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The opening poem in Bar of Rest sets the scene: ‘Their dad and I do not touch/ anymore.’ The poem closes with the longing for a place where the speaker's heart "can hurt, and hope, and heal." But this first collection by Sara Epstein is not just about looking back at what was, the child she was, or the mother she became. Rather, the thrust of Bar of Rest is about the many aspects of divorcing, including coming out at fifty-five, coming into the woman this speaker feels she is meant to be. Many of the poems are written in forms but the one that serves her best is the pantoum, with its orderly repeated lines. Anxious to create a place where people can hurt and hope and heal, she dreams of creating a restaurant where that can happen. Read this work about her journey toward hope.


­­–Moira Linehan, author of Toward and  & Company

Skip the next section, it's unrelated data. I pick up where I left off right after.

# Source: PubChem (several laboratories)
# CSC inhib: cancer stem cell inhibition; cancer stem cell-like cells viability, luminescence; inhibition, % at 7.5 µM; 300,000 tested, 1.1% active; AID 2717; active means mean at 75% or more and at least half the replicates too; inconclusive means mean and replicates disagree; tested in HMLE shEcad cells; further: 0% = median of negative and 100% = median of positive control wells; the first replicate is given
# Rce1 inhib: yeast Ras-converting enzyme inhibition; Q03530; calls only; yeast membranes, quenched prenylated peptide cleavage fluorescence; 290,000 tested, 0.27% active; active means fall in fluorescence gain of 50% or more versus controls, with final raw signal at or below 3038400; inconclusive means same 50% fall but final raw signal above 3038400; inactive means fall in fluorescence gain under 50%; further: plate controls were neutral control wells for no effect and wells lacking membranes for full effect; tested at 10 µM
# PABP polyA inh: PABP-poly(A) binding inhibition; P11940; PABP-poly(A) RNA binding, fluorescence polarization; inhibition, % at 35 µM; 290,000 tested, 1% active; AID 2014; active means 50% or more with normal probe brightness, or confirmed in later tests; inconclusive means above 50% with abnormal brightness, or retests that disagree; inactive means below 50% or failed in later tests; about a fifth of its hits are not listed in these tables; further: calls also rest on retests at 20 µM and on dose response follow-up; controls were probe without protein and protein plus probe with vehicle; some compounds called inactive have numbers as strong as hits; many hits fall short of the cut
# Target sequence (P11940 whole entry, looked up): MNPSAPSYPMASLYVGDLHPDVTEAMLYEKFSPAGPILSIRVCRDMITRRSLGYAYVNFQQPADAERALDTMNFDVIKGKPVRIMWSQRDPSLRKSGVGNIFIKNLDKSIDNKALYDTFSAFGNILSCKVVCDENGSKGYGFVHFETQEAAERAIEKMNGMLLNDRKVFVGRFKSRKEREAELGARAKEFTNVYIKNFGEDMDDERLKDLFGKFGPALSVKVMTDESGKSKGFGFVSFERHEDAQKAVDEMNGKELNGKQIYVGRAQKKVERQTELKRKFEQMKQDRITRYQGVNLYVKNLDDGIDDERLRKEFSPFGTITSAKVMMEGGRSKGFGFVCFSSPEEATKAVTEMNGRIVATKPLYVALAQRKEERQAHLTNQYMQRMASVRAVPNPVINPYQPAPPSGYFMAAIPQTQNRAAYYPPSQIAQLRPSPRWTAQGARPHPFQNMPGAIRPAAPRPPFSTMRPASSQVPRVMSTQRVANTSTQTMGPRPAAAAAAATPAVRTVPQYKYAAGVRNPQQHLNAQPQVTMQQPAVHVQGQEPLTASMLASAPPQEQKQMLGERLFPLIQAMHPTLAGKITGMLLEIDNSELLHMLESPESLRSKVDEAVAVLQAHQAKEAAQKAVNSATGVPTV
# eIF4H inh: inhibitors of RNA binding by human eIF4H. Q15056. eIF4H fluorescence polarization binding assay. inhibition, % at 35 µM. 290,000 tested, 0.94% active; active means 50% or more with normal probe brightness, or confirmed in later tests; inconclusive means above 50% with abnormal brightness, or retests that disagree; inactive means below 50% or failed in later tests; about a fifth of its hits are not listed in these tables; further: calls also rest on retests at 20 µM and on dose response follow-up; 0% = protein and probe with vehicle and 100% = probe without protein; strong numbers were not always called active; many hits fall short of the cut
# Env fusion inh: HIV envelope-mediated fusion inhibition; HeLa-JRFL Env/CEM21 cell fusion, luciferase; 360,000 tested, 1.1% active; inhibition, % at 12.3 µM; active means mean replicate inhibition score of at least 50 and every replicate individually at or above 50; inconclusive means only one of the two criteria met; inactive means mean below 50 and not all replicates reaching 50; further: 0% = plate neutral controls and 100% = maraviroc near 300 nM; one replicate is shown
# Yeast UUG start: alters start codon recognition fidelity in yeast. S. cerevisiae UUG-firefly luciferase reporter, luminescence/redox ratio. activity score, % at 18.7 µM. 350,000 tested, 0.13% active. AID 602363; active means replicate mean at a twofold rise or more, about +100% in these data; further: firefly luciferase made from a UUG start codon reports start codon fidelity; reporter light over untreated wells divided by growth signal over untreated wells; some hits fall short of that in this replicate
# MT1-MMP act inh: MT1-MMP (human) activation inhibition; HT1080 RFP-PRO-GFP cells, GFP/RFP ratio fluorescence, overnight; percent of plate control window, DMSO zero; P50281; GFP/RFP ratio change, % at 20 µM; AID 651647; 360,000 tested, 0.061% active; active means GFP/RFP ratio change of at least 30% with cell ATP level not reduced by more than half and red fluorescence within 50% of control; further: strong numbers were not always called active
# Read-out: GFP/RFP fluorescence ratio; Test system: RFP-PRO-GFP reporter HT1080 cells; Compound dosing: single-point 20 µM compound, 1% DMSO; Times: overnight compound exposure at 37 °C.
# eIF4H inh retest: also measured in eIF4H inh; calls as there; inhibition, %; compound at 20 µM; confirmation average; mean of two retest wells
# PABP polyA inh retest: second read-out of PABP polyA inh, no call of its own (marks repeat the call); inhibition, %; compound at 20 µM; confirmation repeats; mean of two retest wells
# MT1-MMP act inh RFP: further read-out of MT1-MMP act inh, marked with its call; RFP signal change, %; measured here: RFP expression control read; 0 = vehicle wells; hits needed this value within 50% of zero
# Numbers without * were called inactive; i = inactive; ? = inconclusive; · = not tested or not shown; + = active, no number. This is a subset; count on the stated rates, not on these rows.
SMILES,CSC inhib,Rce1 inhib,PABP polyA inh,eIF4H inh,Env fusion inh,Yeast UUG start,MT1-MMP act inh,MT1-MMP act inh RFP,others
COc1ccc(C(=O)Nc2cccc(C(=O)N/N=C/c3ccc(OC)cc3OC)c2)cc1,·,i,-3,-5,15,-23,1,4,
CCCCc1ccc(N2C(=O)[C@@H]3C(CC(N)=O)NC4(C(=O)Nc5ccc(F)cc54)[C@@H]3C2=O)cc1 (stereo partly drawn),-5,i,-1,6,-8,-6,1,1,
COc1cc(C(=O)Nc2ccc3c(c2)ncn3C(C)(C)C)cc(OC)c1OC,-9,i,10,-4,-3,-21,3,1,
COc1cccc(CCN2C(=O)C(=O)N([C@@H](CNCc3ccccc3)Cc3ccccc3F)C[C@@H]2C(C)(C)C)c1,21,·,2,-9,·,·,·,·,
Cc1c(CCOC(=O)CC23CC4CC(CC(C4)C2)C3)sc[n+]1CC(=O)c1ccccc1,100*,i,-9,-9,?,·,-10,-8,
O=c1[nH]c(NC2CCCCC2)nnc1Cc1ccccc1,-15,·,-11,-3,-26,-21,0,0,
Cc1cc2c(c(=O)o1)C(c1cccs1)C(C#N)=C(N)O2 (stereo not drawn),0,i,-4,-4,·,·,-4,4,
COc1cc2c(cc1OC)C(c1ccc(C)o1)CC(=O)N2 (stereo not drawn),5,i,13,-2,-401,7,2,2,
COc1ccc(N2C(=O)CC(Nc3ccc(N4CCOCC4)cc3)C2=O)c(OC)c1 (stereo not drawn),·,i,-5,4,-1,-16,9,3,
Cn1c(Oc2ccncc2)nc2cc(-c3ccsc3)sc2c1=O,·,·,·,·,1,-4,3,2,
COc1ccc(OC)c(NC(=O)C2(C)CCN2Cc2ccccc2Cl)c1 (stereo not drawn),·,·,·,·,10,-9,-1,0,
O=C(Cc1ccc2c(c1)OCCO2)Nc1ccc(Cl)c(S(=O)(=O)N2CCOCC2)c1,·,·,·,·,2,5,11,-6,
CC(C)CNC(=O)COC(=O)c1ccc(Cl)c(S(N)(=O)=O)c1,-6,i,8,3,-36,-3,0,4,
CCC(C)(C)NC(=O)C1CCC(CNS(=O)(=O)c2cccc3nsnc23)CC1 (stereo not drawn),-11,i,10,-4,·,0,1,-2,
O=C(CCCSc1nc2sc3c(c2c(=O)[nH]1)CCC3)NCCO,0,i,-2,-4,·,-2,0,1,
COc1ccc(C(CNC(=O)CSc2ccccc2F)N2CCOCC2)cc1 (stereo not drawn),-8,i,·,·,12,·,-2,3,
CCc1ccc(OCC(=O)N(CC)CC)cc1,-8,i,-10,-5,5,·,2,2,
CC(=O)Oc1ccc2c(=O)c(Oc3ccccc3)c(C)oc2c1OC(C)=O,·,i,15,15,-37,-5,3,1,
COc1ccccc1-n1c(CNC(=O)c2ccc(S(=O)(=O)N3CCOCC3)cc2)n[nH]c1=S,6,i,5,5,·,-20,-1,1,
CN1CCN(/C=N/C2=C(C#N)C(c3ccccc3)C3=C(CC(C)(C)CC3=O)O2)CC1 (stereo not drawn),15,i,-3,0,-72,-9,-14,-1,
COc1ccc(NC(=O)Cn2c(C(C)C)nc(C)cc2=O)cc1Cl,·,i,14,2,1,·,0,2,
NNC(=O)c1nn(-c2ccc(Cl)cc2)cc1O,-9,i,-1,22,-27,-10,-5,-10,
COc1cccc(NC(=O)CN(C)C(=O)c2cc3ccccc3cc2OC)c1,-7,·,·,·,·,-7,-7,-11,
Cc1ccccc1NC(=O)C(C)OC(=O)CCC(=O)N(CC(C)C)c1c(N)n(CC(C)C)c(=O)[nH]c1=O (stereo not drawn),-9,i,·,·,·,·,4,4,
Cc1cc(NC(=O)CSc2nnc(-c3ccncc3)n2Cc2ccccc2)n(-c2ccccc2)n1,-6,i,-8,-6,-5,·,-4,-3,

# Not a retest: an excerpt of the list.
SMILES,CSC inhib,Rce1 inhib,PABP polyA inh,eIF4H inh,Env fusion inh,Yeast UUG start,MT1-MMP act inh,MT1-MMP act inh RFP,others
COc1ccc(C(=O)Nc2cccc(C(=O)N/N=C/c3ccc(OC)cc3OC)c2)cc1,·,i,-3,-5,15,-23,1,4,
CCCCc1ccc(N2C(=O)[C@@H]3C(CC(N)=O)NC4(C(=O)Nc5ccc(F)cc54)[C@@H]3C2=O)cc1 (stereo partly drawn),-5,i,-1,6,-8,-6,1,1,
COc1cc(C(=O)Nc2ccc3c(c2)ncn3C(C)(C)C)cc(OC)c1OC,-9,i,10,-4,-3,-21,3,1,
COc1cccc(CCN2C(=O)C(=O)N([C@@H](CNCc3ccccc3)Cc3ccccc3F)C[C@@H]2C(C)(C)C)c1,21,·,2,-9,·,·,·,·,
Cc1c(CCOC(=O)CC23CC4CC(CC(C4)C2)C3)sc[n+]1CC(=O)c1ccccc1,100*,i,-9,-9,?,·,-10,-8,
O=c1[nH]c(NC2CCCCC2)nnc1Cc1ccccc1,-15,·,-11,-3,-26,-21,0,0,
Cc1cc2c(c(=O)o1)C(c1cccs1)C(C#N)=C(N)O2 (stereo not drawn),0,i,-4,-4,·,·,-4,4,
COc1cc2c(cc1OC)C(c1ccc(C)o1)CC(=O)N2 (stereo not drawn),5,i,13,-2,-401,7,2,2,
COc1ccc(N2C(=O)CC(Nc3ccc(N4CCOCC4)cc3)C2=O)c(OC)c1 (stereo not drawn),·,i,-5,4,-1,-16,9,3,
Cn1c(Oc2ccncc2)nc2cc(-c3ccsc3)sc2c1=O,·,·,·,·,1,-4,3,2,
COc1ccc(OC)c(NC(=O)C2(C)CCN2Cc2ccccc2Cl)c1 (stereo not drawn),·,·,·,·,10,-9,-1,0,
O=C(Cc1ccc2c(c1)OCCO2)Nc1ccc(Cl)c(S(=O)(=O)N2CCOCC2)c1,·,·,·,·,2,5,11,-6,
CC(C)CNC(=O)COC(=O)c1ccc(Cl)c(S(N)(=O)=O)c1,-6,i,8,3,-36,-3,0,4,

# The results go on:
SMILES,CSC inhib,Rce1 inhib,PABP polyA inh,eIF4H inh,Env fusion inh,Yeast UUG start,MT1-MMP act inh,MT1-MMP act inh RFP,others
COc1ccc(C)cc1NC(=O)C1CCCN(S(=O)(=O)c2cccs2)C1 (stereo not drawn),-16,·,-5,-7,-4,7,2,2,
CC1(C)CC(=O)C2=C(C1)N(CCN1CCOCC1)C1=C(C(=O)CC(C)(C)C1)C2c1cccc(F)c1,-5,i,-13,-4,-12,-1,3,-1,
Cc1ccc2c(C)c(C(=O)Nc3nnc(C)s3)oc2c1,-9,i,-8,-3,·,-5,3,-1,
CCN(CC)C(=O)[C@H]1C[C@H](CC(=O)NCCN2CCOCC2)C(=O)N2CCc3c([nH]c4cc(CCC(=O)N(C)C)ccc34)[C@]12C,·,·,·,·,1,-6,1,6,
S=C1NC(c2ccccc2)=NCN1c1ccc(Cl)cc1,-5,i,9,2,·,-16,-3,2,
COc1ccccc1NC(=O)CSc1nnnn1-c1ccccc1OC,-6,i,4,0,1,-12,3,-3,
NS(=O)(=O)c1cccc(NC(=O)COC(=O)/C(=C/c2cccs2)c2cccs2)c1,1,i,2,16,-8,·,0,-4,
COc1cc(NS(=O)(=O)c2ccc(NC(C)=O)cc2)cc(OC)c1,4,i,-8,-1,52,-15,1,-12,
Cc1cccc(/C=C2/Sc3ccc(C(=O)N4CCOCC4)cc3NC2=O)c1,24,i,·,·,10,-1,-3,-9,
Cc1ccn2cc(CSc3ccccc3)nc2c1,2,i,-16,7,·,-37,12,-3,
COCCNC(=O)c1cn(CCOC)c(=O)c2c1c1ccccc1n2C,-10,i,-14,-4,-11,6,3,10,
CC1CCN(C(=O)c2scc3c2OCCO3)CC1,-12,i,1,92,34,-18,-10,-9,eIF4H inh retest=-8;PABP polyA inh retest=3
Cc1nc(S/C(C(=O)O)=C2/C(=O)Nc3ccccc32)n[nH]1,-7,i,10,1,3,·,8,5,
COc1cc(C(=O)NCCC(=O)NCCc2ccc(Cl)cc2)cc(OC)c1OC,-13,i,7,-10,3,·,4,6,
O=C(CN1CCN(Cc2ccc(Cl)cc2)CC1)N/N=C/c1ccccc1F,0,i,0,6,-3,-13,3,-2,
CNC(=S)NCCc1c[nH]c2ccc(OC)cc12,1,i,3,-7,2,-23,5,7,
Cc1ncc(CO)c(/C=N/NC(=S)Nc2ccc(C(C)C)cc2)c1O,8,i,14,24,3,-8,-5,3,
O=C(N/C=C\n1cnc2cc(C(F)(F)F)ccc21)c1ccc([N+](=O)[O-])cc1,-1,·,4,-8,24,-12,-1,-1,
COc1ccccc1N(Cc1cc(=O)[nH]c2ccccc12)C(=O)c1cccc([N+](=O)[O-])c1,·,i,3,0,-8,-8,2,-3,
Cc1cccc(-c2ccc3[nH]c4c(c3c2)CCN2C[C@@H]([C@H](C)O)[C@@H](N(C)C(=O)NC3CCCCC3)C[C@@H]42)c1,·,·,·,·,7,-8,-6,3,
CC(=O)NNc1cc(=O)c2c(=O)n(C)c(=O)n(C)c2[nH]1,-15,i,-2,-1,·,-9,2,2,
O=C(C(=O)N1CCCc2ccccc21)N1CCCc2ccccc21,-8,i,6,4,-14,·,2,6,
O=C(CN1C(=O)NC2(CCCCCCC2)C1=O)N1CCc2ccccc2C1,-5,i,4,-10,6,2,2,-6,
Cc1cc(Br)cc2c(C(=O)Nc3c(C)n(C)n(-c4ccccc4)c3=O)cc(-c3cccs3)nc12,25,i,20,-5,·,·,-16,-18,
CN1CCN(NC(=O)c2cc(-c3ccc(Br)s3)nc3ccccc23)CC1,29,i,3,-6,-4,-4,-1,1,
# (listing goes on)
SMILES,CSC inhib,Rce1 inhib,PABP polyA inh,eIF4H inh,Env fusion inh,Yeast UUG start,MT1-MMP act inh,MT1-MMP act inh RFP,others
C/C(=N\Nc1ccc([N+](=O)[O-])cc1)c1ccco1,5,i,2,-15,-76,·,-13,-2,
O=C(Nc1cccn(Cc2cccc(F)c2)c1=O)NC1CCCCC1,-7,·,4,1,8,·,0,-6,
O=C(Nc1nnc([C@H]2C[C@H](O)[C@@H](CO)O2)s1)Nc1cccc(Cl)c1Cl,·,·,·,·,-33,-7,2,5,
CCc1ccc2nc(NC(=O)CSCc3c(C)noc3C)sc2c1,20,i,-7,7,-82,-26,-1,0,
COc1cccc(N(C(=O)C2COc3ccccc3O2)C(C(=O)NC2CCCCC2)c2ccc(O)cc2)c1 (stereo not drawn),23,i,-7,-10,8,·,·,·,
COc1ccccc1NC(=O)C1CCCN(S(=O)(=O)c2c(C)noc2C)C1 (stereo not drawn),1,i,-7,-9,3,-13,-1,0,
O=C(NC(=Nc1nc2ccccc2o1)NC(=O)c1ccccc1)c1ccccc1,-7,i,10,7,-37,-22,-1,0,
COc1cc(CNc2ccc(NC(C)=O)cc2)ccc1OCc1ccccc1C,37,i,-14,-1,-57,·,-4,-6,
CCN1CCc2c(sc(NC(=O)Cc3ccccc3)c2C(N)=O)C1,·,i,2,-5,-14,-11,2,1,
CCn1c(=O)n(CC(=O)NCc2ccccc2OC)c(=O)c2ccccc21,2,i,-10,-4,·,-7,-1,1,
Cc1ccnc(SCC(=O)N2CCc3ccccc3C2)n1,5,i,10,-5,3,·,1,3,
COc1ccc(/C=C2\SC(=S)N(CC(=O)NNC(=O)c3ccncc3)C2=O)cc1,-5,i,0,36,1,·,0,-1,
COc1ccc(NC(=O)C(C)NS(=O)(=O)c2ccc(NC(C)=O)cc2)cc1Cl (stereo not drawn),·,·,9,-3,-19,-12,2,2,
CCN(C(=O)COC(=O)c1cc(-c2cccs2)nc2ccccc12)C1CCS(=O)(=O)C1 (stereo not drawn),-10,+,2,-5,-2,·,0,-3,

Sara Epstein is a singular voice in contemporary poetry. This collection is as thoughtful in its use of form as it is impressive in its command of narrative. Over the arc of this gorgeous book, Epstein tells a story through writerly technique––shifts in perspective, juxtaposition, performative language––and her skillful stylistic choices enrich and dazzle. This is a book that you won't soon forget.


–Kristina Marie Darling, author of Daylight Has Already Come: Selected Poems


Transparent, vulnerable and strong, Sara's poems open the reader to a courageous journey of imagery and metaphor that gracefully land in insight, understanding and healing.


–Lani Peterson, Psy.D, psychologist and story coach

Belmont Books Reading 4.3.24

PoemWorks Reading Series: Bar of Rest 

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